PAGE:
Participants in EPI focus groups frequently cite specific, personal indicators drawn from their everyday experiences: the ability to walk safely from a bus stop, the ability to sleep at home without fear of rebel attack, or the ability to access specific public services. Taken together, these indicators tell a story of what daily activities or events people reflect on when assessing the peacefulness of their community. Tracked over time, Everyday Peace Indicators can be used not just as a tool for measuring peace in a community but as a diagnostic tool for designing and implementing peacebuilding programs and for monitoring and evaluating those programs.


The United States Institute of Peace (USIP) adapted the EPI framework to work with roughly one thousand residents in eighteen villages in Afghanistan’s Nangarhar and Kunar provinces. In focus group discussions with separate groups of men, women, and youth, participants discussed what peace and violent extremism meant to them and their communities. Participants then went on to brainstorm what indicators they use in their daily lives to determine whether their communities are more or less at peace or whether there is more or less violent extremism.

International organizations, constrained by an inability to reach an entire population, often rely on input from religious leaders, elders, local politicians, and other elites to understand the causes of violent extremism and to gauge the effectiveness of programs to counter it. The USIP project, by contrast, drew on the input of villagers—farmers, drivers, students, housemakers, traders, and local business owners. The project sought to understand what kind of picture emerges when the metrics are not subject to elite capture—that is, when villagers themselves instruct our understanding of the local dynamics of violent extremism. What we found was a nuanced picture. For example, in one district of Nangarhar, the Taliban erected roadblocks to extort travellers and dismantled educational facilities; thus, they were perceived by locals as generating insecurity. In another district, however, the Taliban levied taxes and provided security to the community, ensuring that schools remain open and penalizing teachers for absenteeism.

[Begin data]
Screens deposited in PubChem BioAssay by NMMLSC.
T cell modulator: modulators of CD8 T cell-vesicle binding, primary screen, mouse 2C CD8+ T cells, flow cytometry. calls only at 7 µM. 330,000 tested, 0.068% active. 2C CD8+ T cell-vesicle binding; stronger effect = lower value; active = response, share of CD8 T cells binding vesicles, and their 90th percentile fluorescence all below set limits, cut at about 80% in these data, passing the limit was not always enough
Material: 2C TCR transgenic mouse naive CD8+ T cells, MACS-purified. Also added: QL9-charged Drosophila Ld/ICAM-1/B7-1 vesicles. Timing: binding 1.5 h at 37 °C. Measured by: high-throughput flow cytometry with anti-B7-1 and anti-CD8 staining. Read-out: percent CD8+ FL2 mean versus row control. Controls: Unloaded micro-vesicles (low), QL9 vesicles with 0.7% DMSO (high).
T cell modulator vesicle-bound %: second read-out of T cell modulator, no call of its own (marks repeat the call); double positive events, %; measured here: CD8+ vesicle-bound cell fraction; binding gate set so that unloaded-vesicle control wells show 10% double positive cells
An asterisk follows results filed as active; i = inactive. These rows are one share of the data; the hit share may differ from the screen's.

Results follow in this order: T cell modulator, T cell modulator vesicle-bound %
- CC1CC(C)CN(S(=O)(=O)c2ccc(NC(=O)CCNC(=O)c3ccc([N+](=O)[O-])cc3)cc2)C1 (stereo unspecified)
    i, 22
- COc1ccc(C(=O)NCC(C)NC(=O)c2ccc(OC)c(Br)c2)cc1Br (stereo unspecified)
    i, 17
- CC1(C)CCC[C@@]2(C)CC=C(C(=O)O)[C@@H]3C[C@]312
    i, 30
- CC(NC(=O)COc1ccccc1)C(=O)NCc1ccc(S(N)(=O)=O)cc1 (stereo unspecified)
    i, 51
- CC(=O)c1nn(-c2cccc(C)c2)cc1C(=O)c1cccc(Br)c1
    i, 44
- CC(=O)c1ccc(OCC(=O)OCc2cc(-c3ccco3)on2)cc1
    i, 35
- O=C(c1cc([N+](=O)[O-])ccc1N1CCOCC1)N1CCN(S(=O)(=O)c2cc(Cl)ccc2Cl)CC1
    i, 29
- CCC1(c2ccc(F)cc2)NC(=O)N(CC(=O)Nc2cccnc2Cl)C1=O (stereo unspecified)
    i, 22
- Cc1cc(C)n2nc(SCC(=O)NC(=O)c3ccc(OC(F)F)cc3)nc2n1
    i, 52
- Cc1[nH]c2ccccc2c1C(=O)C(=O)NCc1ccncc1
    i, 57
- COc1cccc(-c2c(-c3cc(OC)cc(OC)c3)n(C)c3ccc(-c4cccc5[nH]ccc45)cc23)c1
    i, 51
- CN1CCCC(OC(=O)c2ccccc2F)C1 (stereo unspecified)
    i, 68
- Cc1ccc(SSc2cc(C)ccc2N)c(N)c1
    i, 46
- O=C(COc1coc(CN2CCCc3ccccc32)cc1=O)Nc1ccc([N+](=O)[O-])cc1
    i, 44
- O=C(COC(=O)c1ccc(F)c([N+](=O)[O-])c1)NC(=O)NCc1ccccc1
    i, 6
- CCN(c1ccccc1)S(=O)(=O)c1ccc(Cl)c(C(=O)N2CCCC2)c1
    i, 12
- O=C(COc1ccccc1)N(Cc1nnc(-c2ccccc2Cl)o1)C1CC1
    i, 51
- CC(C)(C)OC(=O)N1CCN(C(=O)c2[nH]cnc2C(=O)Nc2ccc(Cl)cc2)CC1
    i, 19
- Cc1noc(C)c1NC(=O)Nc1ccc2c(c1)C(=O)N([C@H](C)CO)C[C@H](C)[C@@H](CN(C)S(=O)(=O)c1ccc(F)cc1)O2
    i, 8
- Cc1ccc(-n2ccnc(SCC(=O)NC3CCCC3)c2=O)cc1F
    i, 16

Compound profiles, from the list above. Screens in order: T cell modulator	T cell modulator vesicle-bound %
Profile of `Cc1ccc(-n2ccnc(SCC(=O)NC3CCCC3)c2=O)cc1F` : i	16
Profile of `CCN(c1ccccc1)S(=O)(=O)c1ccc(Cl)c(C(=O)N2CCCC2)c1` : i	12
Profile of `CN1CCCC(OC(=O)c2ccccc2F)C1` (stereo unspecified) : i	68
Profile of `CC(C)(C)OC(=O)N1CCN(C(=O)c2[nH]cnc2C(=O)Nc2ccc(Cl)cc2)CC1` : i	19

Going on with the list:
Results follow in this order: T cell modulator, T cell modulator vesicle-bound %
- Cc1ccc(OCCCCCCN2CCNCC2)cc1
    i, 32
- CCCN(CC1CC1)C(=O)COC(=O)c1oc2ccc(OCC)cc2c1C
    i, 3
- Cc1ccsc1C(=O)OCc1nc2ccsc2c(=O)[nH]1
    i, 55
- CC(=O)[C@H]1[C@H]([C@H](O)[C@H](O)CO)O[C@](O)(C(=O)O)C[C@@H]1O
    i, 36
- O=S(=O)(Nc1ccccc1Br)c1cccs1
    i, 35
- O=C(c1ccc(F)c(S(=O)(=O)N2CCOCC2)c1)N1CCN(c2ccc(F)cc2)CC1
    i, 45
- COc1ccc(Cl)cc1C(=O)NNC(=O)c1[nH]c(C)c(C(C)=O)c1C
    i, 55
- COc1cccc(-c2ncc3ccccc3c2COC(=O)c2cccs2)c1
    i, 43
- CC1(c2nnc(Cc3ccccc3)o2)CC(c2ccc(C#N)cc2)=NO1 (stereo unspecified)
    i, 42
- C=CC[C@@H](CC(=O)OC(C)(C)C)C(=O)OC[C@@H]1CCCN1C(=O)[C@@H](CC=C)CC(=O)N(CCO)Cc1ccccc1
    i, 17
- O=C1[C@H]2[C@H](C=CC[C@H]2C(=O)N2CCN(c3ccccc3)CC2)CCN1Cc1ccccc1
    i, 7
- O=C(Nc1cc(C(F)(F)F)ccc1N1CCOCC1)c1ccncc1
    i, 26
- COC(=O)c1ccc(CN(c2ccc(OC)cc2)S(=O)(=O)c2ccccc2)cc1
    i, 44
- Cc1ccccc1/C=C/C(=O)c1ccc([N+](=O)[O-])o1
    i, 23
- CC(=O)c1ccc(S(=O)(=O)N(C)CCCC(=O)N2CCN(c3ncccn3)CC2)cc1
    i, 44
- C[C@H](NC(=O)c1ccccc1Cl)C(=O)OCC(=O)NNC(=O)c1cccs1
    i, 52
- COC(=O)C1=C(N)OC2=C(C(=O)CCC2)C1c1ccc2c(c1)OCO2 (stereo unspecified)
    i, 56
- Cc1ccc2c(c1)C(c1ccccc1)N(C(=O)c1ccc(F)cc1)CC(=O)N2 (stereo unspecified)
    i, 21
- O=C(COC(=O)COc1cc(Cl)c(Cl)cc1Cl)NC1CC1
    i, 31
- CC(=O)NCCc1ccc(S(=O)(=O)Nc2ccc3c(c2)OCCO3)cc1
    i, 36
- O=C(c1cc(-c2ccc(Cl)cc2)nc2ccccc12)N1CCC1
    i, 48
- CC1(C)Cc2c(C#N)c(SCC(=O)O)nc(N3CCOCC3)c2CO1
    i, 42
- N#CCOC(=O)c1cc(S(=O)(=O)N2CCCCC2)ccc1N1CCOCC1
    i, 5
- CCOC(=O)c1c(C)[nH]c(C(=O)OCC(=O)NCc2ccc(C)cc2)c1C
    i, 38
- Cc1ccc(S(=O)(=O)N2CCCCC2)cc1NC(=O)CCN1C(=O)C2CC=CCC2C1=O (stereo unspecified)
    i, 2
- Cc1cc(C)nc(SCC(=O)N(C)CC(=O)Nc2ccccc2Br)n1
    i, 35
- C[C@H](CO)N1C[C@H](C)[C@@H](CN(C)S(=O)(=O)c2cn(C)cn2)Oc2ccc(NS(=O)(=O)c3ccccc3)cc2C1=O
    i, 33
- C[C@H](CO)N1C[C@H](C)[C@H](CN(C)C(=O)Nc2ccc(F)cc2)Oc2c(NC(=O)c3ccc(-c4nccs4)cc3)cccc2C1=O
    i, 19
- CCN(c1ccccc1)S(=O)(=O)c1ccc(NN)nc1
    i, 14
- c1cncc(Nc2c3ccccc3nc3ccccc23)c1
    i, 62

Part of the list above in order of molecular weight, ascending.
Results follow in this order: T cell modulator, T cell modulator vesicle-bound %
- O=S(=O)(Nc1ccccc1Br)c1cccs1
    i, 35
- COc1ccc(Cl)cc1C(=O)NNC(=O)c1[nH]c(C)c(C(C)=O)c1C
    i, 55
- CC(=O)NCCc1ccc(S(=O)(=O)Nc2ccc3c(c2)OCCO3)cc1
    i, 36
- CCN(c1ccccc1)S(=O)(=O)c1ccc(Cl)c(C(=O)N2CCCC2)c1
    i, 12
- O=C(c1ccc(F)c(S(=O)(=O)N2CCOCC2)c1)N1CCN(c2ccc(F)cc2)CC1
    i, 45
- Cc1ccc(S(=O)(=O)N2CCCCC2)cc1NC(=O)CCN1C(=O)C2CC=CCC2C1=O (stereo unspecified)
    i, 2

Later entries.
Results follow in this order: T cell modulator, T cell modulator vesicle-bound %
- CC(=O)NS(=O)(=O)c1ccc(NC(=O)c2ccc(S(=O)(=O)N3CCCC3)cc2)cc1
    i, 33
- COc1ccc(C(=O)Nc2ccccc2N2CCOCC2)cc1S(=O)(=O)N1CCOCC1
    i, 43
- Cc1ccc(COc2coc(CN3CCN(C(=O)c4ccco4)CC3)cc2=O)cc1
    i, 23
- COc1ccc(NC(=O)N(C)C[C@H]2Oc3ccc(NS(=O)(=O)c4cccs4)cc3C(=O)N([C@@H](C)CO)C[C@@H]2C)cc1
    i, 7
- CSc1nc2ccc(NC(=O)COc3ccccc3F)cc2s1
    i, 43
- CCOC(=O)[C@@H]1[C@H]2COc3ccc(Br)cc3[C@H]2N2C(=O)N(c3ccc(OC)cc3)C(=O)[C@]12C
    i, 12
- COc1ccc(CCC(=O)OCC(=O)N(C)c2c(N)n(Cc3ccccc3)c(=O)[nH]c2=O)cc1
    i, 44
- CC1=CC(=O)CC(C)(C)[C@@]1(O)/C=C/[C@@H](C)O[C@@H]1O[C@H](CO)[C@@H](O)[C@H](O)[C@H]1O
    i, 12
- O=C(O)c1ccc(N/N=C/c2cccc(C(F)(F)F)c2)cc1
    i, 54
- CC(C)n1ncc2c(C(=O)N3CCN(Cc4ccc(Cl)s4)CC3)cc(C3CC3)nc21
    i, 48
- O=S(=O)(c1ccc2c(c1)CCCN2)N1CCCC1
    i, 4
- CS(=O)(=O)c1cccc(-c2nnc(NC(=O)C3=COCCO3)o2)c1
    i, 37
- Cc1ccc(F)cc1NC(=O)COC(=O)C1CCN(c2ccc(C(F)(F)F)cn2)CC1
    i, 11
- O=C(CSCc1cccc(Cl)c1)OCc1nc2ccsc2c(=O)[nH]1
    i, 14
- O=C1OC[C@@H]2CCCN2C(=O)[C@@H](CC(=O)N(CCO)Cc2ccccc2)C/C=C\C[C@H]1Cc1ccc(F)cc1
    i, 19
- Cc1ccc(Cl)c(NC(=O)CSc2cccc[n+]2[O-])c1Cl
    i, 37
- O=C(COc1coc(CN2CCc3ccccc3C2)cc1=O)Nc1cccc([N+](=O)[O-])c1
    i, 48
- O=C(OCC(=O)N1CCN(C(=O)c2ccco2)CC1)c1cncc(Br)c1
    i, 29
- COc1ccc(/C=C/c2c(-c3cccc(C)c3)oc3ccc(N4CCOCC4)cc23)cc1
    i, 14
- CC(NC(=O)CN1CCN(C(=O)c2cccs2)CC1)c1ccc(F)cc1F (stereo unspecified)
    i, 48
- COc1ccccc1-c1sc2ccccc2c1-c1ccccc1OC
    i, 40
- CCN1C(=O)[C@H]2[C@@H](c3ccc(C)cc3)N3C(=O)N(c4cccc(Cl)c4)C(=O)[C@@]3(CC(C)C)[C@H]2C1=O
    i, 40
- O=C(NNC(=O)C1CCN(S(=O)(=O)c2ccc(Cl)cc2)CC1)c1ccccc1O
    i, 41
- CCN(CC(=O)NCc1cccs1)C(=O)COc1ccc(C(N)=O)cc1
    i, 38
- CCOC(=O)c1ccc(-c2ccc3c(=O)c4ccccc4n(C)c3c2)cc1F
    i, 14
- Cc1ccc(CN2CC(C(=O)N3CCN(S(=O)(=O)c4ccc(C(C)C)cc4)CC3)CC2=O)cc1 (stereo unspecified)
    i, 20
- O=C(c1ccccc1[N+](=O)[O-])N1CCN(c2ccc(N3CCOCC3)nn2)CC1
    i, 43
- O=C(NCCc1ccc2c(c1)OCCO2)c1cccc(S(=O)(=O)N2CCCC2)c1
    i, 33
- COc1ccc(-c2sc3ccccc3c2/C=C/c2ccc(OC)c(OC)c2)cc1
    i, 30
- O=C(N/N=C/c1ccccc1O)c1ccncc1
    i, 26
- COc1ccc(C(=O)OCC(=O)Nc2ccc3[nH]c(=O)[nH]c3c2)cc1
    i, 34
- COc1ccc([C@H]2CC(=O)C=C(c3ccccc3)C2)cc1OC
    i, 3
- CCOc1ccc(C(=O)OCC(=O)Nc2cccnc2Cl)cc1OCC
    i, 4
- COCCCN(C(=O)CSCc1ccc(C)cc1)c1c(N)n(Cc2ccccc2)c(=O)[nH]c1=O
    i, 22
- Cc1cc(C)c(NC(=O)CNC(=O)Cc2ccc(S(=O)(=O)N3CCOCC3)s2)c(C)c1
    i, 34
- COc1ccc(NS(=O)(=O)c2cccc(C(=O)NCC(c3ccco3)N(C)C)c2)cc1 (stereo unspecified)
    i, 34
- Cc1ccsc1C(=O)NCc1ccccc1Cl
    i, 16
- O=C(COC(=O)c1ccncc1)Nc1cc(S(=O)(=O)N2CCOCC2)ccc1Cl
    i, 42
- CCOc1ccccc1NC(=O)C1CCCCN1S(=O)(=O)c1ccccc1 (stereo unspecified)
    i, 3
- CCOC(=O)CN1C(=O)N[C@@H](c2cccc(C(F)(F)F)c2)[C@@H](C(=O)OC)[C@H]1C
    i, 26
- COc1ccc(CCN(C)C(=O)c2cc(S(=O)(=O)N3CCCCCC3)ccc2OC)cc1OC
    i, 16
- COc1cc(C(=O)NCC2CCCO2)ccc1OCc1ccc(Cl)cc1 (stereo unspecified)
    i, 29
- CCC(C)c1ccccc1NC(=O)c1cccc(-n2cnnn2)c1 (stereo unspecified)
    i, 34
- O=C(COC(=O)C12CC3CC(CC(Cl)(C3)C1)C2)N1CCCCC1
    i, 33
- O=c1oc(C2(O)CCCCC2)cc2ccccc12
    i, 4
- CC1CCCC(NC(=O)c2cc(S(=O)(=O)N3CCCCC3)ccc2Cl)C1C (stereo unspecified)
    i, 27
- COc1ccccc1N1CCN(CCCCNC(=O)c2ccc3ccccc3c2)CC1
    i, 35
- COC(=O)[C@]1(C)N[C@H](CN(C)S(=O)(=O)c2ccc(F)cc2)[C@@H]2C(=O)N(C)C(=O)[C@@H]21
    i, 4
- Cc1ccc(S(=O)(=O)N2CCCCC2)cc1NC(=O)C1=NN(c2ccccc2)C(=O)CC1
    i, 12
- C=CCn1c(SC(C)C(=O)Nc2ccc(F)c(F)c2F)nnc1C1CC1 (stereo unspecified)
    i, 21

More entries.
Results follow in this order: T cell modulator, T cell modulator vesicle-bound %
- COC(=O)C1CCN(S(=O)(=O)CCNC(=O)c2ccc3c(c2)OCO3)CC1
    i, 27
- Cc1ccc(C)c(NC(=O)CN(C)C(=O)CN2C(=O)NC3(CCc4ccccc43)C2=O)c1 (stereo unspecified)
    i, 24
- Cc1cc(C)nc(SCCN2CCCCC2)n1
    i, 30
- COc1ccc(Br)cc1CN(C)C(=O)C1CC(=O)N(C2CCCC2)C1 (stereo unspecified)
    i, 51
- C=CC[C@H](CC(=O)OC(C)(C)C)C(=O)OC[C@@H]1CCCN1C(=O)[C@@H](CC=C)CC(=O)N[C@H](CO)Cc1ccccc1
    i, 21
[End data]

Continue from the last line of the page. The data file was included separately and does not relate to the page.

Traditional CVE programs typically rely on a variety of quantifiable metrics—from the specific (such as “views” and “likes” a propaganda video gets online) to the broad (the number of terrorist attacks and the number of casualties from violent acts). Yet, in the communities where we conducted our research, villagers were more likely to derive their sense of peace and security from the visibility of relevant symbols—seeing the Taliban flag atop a neighboring mountain or TV antennas erected on village rooftops (both the Taliban and ISIS prohibit television in many of the areas they control). The metrics used were substantively different, and may provide a new way to measure impact.

A common community indicator for peace across districts in Nangarhar and Kunar was the visibility of women and girls—especially seeing them going to school and traveling to the market. This indicator was universally prioritized by men, women, and youth interviewees, implying that women’s mobility is equated with feelings of security across demographics. Similarly, the visibility of government officials, aid workers, and their families was an equally important and recurring indicator. Almost unanimously, participants in the EPI focus groups wanted to see government and aid workers carrying out their work and conducting their affairs without interruption. Interruptions of these activities particularly stood out as a top indicator of deteriorating security. Villagers were often able to identify who the family members and children of government officials were, and their ability to attend school and move about unharmed correlated with villagers’ own feelings of security. As one participant noted, “When senior government officials don’t visit our district frequently, that to me means the district is unsafe.”

One of the findings from USIP’s focus groups was that the concept of “violent extremism” is not really used by villages in their daily lives. Instead, villagers tended to conflate other types of violence with violent extremism, and it took a lot of discussion and explanation in order to get them to the point of being able to identify indicators of violent extremism. For example, some villagers associated violent extremism with religious extremism and distorted interpretations of religious texts. These distortions were generally attributed to mullahs and other religious actors who were perceived as taking advantage of villagers who rely on them to translate Quranic verses and the Ahadith from Arabic into local languages.